Immensely charming and surprisingly moving, this satisfying adventure story honors nature, freedom, and the ringing bells...

THE GREAT CHICKEN ESCAPE

Just as the rooster crows and the nun comes to collect their eggs, four chickens fly the coop.

Masterful black-and-white, cut-paper illustrations make the chickens’ narrow escape from a small monastery vivid and their meanderings through an Alaskan forest and coastline magical. An autobiographical note in the frontmatter tell readers this “is a true story, or as close to the truth as [McClure] could ascertain from the chickens themselves, "from her time with “a small group of monastics on Spruce Island, Alaska.” She commemorates the hens’ antics in four sections, whose block-lettered headings make up the book’s only text: “GOOD MORNING, CHICKENS”; “CHICKENS RUN”; “CHICKENS ROAM”; and “CHICKENS GO HOME.” The birds bob as they bolt, their spindly legs and curled feet stretching to cover ground as the nun advances in hot pursuit. Eventually she grabs one and retreats, presumably thinking the remaining three will do what chickens do: come home to roost. Once out of blackberry brambles, however, they (one white, two black chickens) mosey through evergreens and out to a kelp-strewn beach. Assured pictures, wordless, unhurried, expansive in their double-page–spread format, perfectly capture the hush of a grove and the salty, clarifying quality of ocean air.

Immensely charming and surprisingly moving, this satisfying adventure story honors nature, freedom, and the ringing bells inside us that steer us home. (Picture book. 2-8)

Pub Date: April 3, 2018

ISBN: 978-1-944903-22-0

Page Count: 40

Publisher: Cameron + Company

Review Posted Online: Feb. 13, 2018

Kirkus Reviews Issue: March 1, 2018

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THE WONKY DONKEY

The print version of a knee-slapping cumulative ditty.

In the song, Smith meets a donkey on the road. It is three-legged, and so a “wonky donkey” that, on further examination, has but one eye and so is a “winky wonky donkey” with a taste for country music and therefore a “honky-tonky winky wonky donkey,” and so on to a final characterization as a “spunky hanky-panky cranky stinky-dinky lanky honky-tonky winky wonky donkey.” A free musical recording (of this version, anyway—the author’s website hints at an adults-only version of the song) is available from the publisher and elsewhere online. Even though the book has no included soundtrack, the sly, high-spirited, eye patch–sporting donkey that grins, winks, farts, and clumps its way through the song on a prosthetic metal hoof in Cowley’s informal watercolors supplies comical visual flourishes for the silly wordplay. Look for ready guffaws from young audiences, whether read or sung, though those attuned to disability stereotypes may find themselves wincing instead or as well.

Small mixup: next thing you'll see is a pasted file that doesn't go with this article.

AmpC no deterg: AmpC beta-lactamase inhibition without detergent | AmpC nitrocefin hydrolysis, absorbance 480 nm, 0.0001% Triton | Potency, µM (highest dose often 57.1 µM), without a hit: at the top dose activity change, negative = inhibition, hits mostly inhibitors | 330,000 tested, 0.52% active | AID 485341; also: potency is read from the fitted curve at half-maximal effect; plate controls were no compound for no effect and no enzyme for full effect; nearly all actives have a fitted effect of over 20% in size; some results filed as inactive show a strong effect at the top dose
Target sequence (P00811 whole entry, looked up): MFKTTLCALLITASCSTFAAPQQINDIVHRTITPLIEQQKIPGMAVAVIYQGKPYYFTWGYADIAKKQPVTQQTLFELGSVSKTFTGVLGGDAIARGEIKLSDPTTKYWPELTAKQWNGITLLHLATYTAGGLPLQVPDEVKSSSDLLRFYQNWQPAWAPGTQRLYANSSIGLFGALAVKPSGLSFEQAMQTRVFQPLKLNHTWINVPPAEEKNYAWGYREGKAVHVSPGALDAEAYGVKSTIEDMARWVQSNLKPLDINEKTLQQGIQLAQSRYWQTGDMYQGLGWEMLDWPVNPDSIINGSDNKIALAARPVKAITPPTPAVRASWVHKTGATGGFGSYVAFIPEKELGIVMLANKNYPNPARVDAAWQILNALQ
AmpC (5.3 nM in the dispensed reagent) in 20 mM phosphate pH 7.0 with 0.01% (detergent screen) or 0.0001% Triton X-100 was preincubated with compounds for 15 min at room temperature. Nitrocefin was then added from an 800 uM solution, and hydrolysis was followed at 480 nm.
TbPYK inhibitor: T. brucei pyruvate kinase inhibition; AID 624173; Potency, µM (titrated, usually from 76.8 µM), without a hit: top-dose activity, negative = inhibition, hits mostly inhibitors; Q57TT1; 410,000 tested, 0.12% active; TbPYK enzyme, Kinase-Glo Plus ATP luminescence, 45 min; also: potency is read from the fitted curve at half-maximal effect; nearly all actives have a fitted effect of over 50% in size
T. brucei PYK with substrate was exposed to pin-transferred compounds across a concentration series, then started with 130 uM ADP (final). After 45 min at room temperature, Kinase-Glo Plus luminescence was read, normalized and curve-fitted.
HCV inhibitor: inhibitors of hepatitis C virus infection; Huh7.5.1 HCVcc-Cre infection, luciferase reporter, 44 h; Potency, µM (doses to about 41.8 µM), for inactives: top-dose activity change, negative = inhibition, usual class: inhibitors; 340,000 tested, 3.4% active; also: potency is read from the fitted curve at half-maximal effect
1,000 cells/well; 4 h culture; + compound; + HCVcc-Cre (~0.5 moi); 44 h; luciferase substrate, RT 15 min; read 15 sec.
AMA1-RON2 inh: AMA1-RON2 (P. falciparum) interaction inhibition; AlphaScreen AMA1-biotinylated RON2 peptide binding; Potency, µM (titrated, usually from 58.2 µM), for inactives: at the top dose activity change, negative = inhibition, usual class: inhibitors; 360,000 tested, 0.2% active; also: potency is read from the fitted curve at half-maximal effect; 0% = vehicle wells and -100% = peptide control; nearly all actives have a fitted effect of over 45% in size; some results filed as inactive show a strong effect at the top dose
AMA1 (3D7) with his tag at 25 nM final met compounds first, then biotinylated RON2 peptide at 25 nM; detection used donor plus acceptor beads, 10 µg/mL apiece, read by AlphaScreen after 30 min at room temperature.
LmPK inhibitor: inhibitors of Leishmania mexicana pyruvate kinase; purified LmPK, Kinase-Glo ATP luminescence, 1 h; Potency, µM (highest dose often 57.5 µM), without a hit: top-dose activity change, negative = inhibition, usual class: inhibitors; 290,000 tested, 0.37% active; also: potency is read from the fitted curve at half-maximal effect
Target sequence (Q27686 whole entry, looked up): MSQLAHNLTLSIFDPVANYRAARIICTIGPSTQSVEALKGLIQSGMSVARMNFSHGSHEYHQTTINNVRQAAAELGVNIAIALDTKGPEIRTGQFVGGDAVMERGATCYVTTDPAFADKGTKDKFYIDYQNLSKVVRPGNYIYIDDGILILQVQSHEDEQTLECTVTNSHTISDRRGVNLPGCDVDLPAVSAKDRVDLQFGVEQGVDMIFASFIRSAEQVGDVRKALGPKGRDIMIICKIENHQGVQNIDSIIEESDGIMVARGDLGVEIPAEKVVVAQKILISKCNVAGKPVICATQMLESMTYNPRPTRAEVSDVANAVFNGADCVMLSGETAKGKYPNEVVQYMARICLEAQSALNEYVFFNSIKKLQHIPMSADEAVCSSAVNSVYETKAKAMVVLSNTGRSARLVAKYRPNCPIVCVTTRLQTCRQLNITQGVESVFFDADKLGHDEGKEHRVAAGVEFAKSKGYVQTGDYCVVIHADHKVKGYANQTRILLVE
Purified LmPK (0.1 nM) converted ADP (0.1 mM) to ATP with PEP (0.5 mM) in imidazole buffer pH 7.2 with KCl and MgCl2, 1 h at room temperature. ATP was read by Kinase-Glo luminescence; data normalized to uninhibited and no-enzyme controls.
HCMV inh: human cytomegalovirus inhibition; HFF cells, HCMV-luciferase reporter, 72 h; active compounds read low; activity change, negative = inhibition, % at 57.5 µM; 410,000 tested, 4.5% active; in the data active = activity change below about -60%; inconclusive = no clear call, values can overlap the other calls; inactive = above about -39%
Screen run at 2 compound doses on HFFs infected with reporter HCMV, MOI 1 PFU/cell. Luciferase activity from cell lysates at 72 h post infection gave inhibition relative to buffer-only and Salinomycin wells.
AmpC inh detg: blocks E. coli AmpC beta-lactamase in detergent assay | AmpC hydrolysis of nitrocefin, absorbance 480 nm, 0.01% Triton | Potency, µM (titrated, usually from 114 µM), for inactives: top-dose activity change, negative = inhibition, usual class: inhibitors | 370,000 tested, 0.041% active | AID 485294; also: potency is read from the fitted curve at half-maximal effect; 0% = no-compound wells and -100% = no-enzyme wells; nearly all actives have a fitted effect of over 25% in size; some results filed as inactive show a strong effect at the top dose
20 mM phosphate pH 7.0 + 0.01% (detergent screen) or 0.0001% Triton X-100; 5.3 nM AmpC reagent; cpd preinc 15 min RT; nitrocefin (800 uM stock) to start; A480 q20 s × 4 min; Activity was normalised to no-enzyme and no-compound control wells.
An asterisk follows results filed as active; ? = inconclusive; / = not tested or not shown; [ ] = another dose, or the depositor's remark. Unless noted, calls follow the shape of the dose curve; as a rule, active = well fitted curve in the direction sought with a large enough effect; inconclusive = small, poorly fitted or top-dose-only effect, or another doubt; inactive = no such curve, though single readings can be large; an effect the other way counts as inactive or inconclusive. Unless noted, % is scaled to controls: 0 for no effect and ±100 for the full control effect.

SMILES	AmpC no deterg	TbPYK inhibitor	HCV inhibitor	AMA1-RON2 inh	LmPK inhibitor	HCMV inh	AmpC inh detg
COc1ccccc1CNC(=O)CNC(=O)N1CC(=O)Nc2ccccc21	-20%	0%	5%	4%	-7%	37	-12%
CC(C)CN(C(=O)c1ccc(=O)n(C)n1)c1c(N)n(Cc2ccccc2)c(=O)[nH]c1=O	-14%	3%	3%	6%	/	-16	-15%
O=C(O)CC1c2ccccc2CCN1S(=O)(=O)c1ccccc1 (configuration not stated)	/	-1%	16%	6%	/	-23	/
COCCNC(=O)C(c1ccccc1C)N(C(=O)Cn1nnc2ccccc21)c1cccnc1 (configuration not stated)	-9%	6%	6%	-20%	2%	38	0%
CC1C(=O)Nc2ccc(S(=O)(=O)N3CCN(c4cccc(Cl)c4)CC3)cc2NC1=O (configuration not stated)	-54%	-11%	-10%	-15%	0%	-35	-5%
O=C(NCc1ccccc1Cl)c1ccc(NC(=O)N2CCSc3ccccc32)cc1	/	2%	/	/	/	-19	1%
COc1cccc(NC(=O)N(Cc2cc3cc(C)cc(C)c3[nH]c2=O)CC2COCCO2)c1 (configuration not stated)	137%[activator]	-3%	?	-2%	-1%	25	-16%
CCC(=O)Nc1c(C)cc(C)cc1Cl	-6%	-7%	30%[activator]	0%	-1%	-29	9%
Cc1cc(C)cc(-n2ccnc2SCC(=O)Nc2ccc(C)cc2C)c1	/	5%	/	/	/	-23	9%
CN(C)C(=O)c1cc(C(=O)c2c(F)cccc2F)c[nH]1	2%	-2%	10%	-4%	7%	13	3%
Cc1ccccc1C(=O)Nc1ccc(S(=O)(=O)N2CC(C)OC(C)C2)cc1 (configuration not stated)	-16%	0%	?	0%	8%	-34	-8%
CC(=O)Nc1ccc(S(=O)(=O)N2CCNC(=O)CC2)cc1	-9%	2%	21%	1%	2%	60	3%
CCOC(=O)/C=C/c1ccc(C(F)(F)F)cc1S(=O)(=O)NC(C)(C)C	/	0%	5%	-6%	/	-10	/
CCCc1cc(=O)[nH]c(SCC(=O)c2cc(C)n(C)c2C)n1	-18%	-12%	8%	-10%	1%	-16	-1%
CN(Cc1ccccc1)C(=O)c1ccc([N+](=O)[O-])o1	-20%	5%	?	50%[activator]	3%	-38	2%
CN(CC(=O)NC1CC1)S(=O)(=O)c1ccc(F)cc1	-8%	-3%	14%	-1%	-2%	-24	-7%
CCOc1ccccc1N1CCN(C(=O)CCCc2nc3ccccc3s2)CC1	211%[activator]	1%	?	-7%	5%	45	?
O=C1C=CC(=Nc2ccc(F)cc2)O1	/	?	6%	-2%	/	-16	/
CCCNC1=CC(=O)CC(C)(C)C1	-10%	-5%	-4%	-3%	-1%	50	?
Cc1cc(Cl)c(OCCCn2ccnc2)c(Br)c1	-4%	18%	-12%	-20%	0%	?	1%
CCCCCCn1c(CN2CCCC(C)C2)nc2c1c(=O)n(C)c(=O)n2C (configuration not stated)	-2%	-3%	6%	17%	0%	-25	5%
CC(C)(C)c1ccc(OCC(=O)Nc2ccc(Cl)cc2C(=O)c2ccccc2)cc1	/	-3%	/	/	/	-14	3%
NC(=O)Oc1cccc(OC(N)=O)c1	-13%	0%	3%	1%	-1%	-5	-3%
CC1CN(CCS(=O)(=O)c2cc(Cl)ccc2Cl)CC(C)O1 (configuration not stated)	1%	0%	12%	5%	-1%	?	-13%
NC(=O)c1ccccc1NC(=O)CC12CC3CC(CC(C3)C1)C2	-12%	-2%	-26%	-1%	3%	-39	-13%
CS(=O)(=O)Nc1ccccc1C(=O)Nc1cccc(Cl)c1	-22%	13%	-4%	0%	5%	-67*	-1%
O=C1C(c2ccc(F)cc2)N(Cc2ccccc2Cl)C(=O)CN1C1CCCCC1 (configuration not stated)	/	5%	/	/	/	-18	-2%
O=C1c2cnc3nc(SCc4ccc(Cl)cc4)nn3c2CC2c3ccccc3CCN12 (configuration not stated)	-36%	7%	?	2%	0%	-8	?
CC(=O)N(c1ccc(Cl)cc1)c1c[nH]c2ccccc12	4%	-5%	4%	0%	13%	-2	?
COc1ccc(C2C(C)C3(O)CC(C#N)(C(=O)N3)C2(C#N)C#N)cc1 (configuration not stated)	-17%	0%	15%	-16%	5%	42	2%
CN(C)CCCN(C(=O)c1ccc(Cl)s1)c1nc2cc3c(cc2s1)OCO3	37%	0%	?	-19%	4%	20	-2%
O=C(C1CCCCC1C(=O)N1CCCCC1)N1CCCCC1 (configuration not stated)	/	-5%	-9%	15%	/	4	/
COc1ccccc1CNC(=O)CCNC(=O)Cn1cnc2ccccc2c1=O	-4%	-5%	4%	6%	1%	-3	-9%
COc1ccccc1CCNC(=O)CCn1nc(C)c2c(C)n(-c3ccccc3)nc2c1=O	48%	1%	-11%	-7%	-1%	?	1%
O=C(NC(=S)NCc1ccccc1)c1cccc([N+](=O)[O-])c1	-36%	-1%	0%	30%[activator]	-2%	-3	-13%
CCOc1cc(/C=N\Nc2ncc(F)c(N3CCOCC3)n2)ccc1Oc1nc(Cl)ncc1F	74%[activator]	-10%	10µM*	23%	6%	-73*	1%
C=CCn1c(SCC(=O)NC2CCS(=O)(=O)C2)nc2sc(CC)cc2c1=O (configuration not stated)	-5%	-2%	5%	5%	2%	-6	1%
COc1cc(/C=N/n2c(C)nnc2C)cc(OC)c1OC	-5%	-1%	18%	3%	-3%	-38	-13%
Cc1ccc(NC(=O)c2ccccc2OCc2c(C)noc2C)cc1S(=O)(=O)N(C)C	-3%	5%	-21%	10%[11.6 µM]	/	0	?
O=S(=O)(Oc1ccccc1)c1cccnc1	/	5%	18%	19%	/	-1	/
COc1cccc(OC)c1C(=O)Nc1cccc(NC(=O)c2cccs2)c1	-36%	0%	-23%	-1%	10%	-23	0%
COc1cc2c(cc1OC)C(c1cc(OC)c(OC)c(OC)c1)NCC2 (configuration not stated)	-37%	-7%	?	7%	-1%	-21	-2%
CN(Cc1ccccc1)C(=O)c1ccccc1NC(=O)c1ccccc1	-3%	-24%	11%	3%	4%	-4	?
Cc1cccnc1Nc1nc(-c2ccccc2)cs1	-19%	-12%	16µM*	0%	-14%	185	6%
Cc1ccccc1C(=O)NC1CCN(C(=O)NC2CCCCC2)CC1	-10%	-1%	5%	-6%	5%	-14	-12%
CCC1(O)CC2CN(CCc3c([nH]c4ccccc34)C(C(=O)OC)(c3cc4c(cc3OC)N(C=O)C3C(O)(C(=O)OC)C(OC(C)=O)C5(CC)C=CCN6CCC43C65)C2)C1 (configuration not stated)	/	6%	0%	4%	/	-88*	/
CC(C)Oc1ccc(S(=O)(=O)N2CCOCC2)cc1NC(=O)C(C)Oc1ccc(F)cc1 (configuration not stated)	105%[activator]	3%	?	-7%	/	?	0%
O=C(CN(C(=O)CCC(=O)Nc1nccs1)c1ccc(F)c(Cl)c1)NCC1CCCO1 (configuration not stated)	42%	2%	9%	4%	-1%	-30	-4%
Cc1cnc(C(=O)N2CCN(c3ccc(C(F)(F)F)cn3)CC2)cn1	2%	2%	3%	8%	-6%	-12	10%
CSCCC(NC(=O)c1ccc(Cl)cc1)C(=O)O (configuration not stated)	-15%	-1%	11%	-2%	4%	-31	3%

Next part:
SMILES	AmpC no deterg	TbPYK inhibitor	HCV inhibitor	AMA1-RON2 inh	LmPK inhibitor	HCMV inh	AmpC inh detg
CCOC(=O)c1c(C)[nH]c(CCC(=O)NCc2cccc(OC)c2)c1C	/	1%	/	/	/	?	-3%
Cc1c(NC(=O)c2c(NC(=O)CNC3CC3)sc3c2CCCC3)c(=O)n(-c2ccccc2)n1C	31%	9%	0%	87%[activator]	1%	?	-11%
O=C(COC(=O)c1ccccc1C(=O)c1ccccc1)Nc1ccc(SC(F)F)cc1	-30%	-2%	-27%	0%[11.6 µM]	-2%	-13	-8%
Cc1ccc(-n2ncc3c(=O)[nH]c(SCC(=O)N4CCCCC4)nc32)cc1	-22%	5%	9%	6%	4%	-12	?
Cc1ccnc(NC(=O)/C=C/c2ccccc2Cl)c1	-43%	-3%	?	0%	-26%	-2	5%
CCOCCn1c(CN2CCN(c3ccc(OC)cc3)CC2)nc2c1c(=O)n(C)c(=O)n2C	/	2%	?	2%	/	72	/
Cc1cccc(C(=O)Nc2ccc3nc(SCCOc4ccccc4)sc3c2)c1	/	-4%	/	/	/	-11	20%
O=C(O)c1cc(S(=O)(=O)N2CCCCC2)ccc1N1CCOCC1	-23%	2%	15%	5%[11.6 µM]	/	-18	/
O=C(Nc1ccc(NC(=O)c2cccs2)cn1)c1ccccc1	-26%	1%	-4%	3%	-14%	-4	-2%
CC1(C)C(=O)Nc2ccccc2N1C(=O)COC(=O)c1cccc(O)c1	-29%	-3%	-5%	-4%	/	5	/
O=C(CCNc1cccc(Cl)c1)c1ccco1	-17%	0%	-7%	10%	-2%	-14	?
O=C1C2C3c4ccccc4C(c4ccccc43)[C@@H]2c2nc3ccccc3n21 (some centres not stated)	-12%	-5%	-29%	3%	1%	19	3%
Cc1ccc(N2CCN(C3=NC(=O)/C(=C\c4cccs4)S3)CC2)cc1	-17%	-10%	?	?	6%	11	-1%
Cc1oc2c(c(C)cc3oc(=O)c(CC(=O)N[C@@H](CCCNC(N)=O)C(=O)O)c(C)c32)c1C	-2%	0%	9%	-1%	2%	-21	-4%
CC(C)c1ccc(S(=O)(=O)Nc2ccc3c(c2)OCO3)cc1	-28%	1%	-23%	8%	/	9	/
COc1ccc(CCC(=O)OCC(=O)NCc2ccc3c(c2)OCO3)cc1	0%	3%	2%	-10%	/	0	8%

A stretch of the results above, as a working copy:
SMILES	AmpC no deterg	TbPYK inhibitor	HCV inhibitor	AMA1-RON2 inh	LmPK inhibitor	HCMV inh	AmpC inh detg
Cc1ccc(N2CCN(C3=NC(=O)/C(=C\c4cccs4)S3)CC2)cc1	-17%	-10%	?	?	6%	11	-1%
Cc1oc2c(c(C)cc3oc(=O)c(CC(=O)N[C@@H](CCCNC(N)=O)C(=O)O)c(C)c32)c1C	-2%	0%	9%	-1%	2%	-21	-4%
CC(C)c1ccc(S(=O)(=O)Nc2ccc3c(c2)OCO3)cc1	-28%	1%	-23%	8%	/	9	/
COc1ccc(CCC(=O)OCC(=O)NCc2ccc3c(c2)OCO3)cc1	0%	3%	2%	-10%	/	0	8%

Hee haw. (Picture book. 5-7)

Pub Date: May 1, 2010

ISBN: 978-0-545-26124-1

Page Count: 26

Publisher: Scholastic

Review Posted Online: Dec. 29, 2018

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Though Jim may have been grumpy because a chimp’s an ape and not a monkey, readers will enjoy and maybe learn from his...

GRUMPY MONKEY

It’s a wonderful day in the jungle, so why’s Jim Panzee so grumpy?

When Jim woke up, nothing was right: "The sun was too bright, the sky was too blue, and bananas were too sweet." Norman the gorilla asks Jim why he’s so grumpy, and Jim insists he’s not. They meet Marabou, to whom Norman confides that Jim’s grumpy. When Jim denies it again, Marabou points out that Jim’s shoulders are hunched; Jim stands up. When they meet Lemur, Lemur points out Jim’s bunchy eyebrows; Jim unbunches them. When he trips over Snake, Snake points out Jim’s frown…so Jim puts on a grimacelike smile. Everyone has suggestions to brighten his mood: dancing, singing, swinging, swimming…but Jim doesn’t feel like any of that. He gets so fed up, he yells at his animal friends and stomps off…then he feels sad about yelling. He and Norman (who regrets dancing with that porcupine) finally just have a sit and decide it’s a wonderful day to be grumpy—which, of course, makes them both feel a little better. Suzanne Lang’s encouragement to sit with your emotions (thus allowing them to pass) is nearly Buddhist in its take, and it will be great bibliotherapy for the crabby, cranky, and cross. Oscar-nominated animator Max Lang’s cartoony illustrations lighten the mood without making light of Jim’s mood; Jim has comically long arms, and his facial expressions are quite funny.

Though Jim may have been grumpy because a chimp’s an ape and not a monkey, readers will enjoy and maybe learn from his journey. (Picture book. 4-8)

Pub Date: May 15, 2018

ISBN: 978-0-553-53786-4

Page Count: 32

Publisher: Random House

Review Posted Online: Feb. 19, 2018

Kirkus Reviews Issue: March 1, 2018

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